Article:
Extending the FOIA to companies? Two trials and one conference mark nearly 10 years of the FOIA entering into force

The Freedom of Information Act (FOIA) was adopted (received Royal Assent) on 30th November 2000 and entered into force on 1st January 2005. This week:

1. There is a hearing in the Information Tribunal on whether water companies should be considered Public Authorities within the terms of the Freedom of Information Act. The companies state that a water company is a private sector body and therefore should not be regarded as a Public Authority. The contrary argument is that provision of water is a Public Authority function and companies provide a monopoly service in their area and, therefore, should be subject to the FOIA and the Environmental Information Regulations.

2. The Supreme Court has a hearing to decide whether The Guardian’s FOIA request to gain access to Prince Charles’ letters to government ministers should be disclosed.

3. The Information Commissioner yesterday celebrated the FOIA’s 10th anniversary by organising a conference, Freedom of Information – Ten years on at the Royal Society of Arts in London. Access requests continue to increase to both central and local government and to the police. The cost of taking a case to the Information Rights Tribunal is high and they are sometimes on trivial matters. FOI and access to all information can be seen as a benefit to society in holding government to account and can be linked to the Open Data agenda which is about access to structured data.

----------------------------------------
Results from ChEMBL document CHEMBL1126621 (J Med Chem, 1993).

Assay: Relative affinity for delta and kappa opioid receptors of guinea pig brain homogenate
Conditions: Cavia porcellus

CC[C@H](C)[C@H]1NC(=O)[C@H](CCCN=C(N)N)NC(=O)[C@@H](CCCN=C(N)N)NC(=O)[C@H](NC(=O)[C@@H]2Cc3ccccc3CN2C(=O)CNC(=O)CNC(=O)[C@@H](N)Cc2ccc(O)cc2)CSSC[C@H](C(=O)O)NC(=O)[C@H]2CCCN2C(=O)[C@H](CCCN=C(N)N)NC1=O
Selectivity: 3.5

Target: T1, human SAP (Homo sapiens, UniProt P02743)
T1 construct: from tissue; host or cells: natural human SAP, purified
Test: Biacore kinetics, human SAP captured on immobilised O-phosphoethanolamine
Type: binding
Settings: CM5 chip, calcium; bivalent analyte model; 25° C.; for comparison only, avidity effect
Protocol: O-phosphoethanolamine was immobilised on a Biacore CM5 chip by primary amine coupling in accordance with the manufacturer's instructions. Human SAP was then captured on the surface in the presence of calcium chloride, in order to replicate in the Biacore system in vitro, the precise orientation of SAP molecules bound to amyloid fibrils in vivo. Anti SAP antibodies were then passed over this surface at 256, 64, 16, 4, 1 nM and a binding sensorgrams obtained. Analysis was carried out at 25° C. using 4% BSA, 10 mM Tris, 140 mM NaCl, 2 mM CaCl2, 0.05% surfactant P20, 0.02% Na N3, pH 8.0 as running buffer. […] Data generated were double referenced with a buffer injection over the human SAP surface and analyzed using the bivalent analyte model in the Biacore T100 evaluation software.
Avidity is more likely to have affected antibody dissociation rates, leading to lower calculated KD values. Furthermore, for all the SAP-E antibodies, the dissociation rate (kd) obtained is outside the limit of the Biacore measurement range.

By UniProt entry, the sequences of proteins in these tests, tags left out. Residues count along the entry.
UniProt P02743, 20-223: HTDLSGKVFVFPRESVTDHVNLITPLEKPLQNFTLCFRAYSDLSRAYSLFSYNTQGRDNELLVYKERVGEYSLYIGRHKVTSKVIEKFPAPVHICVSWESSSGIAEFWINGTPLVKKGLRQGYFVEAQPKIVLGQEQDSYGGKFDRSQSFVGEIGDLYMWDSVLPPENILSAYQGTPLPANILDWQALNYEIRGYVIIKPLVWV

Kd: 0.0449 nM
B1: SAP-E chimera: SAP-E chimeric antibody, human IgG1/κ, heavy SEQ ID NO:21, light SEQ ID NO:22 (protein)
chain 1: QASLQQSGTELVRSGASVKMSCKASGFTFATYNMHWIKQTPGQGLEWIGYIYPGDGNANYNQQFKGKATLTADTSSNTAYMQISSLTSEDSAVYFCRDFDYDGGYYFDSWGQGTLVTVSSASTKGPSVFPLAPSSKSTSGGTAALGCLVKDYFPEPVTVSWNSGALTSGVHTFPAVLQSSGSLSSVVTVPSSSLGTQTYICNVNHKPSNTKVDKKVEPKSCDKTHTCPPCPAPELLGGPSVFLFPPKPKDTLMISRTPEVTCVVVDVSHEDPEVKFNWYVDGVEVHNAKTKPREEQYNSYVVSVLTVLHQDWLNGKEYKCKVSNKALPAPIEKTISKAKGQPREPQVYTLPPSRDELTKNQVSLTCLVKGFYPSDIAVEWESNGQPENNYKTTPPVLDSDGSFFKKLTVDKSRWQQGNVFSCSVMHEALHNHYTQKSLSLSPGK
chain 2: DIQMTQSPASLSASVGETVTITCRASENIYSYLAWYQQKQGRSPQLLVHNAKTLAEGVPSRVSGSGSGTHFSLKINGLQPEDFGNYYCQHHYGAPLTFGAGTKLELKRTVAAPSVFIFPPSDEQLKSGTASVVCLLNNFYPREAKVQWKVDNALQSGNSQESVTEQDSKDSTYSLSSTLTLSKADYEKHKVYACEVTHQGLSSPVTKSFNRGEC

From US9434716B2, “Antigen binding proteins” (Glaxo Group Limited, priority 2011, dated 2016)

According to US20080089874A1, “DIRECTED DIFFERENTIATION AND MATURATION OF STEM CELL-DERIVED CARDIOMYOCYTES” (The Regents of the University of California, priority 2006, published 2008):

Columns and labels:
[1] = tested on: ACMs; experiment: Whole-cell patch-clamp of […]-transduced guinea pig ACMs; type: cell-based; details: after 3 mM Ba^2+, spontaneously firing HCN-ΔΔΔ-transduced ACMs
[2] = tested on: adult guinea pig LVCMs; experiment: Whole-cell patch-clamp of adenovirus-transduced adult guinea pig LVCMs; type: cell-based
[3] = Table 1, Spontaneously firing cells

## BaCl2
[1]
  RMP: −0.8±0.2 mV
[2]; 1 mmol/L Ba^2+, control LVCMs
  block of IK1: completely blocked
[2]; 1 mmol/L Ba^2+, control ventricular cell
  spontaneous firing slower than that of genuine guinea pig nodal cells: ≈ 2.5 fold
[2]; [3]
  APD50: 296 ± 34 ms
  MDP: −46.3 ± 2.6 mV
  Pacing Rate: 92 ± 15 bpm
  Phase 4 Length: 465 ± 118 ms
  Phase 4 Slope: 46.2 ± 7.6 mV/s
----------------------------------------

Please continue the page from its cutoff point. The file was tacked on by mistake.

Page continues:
Minister of State for Justice, Simon Hughes MP, said that he was pleased to join this FOIA 10th anniversary event, as the Transparency Agenda is an important part of the coalition government agreement. Since the formation of the government in 2010, 100 organisations had been added to the list of Public Authorities subject to the FOIA, including the Police Federation and Network Rail from 1st September this year. The FOIA Code of Practice on extending the FOIA to companies which work for central government “will be upgraded and brought up to date before the end of this Parliament.” He hopes that this trend will be achieved by contract but if that fails, he hopes that the next government would take more action in the next Parliament.

He said that most government departments have responded within the statutory period. “FOI is a tool to an end so that government is open not secretive….It is better government if it is open and transparent…. We want enquiring citizens.”

PL&B’s Stewart Dresner asked the minister whether the government would adopt the Private Members’ Bills on extending the FOIA to private sector companies carrying out public sector work (e-news 10th November 2014 www.privacylaws.com/Publications/enews/)
to become a government Bill which would speed the legislative process? He replied that he personally and the Liberal Democrats are in favour of this step but it will not be a government Bill in this Parliament.

There will be a fuller FOI article in the next edition of the PL&B United Kingdom report.